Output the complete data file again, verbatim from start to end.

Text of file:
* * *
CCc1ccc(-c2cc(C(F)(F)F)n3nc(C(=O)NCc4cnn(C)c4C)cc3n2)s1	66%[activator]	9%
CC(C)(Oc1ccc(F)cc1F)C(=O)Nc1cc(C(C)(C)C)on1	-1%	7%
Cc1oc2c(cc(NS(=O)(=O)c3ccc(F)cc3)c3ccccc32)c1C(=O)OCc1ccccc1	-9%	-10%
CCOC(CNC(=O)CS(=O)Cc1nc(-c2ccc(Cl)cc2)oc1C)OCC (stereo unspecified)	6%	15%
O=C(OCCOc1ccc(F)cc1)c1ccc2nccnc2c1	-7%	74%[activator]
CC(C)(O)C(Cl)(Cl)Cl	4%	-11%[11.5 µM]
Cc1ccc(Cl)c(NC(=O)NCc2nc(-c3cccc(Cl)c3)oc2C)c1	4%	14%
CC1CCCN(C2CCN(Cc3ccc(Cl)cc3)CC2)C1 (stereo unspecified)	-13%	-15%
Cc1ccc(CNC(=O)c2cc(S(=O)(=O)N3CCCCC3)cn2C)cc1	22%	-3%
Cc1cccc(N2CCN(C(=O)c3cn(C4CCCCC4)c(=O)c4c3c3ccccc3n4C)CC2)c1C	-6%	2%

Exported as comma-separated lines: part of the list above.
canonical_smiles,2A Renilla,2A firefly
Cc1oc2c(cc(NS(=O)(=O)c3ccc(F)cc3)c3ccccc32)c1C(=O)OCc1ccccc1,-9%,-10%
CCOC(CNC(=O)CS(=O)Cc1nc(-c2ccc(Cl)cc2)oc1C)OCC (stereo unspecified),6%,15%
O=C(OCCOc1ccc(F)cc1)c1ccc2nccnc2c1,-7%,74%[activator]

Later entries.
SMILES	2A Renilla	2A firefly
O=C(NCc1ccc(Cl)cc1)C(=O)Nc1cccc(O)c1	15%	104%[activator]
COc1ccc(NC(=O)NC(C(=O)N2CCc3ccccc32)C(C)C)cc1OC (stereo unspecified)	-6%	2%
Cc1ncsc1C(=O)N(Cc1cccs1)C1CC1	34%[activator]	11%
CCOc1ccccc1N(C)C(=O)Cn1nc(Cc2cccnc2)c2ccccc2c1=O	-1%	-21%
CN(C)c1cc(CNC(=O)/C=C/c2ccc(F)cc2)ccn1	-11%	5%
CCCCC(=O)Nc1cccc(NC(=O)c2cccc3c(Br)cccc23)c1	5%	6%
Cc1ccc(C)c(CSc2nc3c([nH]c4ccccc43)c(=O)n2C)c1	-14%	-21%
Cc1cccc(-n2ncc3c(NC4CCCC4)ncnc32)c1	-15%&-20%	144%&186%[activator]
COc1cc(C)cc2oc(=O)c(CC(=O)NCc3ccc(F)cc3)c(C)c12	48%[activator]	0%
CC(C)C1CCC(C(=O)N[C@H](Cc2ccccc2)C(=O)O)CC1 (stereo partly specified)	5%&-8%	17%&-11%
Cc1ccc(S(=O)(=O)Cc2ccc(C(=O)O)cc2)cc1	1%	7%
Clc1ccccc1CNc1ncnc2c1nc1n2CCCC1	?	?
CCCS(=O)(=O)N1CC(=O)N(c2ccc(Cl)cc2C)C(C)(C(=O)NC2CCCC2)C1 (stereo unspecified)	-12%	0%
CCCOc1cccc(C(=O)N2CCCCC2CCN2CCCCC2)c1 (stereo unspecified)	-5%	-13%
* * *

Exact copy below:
CCc1ccc(-c2cc(C(F)(F)F)n3nc(C(=O)NCc4cnn(C)c4C)cc3n2)s1	66%[activator]	9%
CC(C)(Oc1ccc(F)cc1F)C(=O)Nc1cc(C(C)(C)C)on1	-1%	7%
Cc1oc2c(cc(NS(=O)(=O)c3ccc(F)cc3)c3ccccc32)c1C(=O)OCc1ccccc1	-9%	-10%
CCOC(CNC(=O)CS(=O)Cc1nc(-c2ccc(Cl)cc2)oc1C)OCC (stereo unspecified)	6%	15%
O=C(OCCOc1ccc(F)cc1)c1ccc2nccnc2c1	-7%	74%[activator]
CC(C)(O)C(Cl)(Cl)Cl	4%	-11%[11.5 µM]
Cc1ccc(Cl)c(NC(=O)NCc2nc(-c3cccc(Cl)c3)oc2C)c1	4%	14%
CC1CCCN(C2CCN(Cc3ccc(Cl)cc3)CC2)C1 (stereo unspecified)	-13%	-15%
Cc1ccc(CNC(=O)c2cc(S(=O)(=O)N3CCCCC3)cn2C)cc1	22%	-3%
Cc1cccc(N2CCN(C(=O)c3cn(C4CCCCC4)c(=O)c4c3c3ccccc3n4C)CC2)c1C	-6%	2%

Exported as comma-separated lines: part of the list above.
canonical_smiles,2A Renilla,2A firefly
Cc1oc2c(cc(NS(=O)(=O)c3ccc(F)cc3)c3ccccc32)c1C(=O)OCc1ccccc1,-9%,-10%
CCOC(CNC(=O)CS(=O)Cc1nc(-c2ccc(Cl)cc2)oc1C)OCC (stereo unspecified),6%,15%
O=C(OCCOc1ccc(F)cc1)c1ccc2nccnc2c1,-7%,74%[activator]

Later entries.
SMILES	2A Renilla	2A firefly
O=C(NCc1ccc(Cl)cc1)C(=O)Nc1cccc(O)c1	15%	104%[activator]
COc1ccc(NC(=O)NC(C(=O)N2CCc3ccccc32)C(C)C)cc1OC (stereo unspecified)	-6%	2%
Cc1ncsc1C(=O)N(Cc1cccs1)C1CC1	34%[activator]	11%
CCOc1ccccc1N(C)C(=O)Cn1nc(Cc2cccnc2)c2ccccc2c1=O	-1%	-21%
CN(C)c1cc(CNC(=O)/C=C/c2ccc(F)cc2)ccn1	-11%	5%
CCCCC(=O)Nc1cccc(NC(=O)c2cccc3c(Br)cccc23)c1	5%	6%
Cc1ccc(C)c(CSc2nc3c([nH]c4ccccc43)c(=O)n2C)c1	-14%	-21%
Cc1cccc(-n2ncc3c(NC4CCCC4)ncnc32)c1	-15%&-20%	144%&186%[activator]
COc1cc(C)cc2oc(=O)c(CC(=O)NCc3ccc(F)cc3)c(C)c12	48%[activator]	0%
CC(C)C1CCC(C(=O)N[C@H](Cc2ccccc2)C(=O)O)CC1 (stereo partly specified)	5%&-8%	17%&-11%
Cc1ccc(S(=O)(=O)Cc2ccc(C(=O)O)cc2)cc1	1%	7%
Clc1ccccc1CNc1ncnc2c1nc1n2CCCC1	?	?
CCCS(=O)(=O)N1CC(=O)N(c2ccc(Cl)cc2C)C(C)(C(=O)NC2CCCC2)C1 (stereo unspecified)	-12%	0%
CCCOc1cccc(C(=O)N2CCCCC2CCN2CCCCC2)c1 (stereo unspecified)	-5%	-13%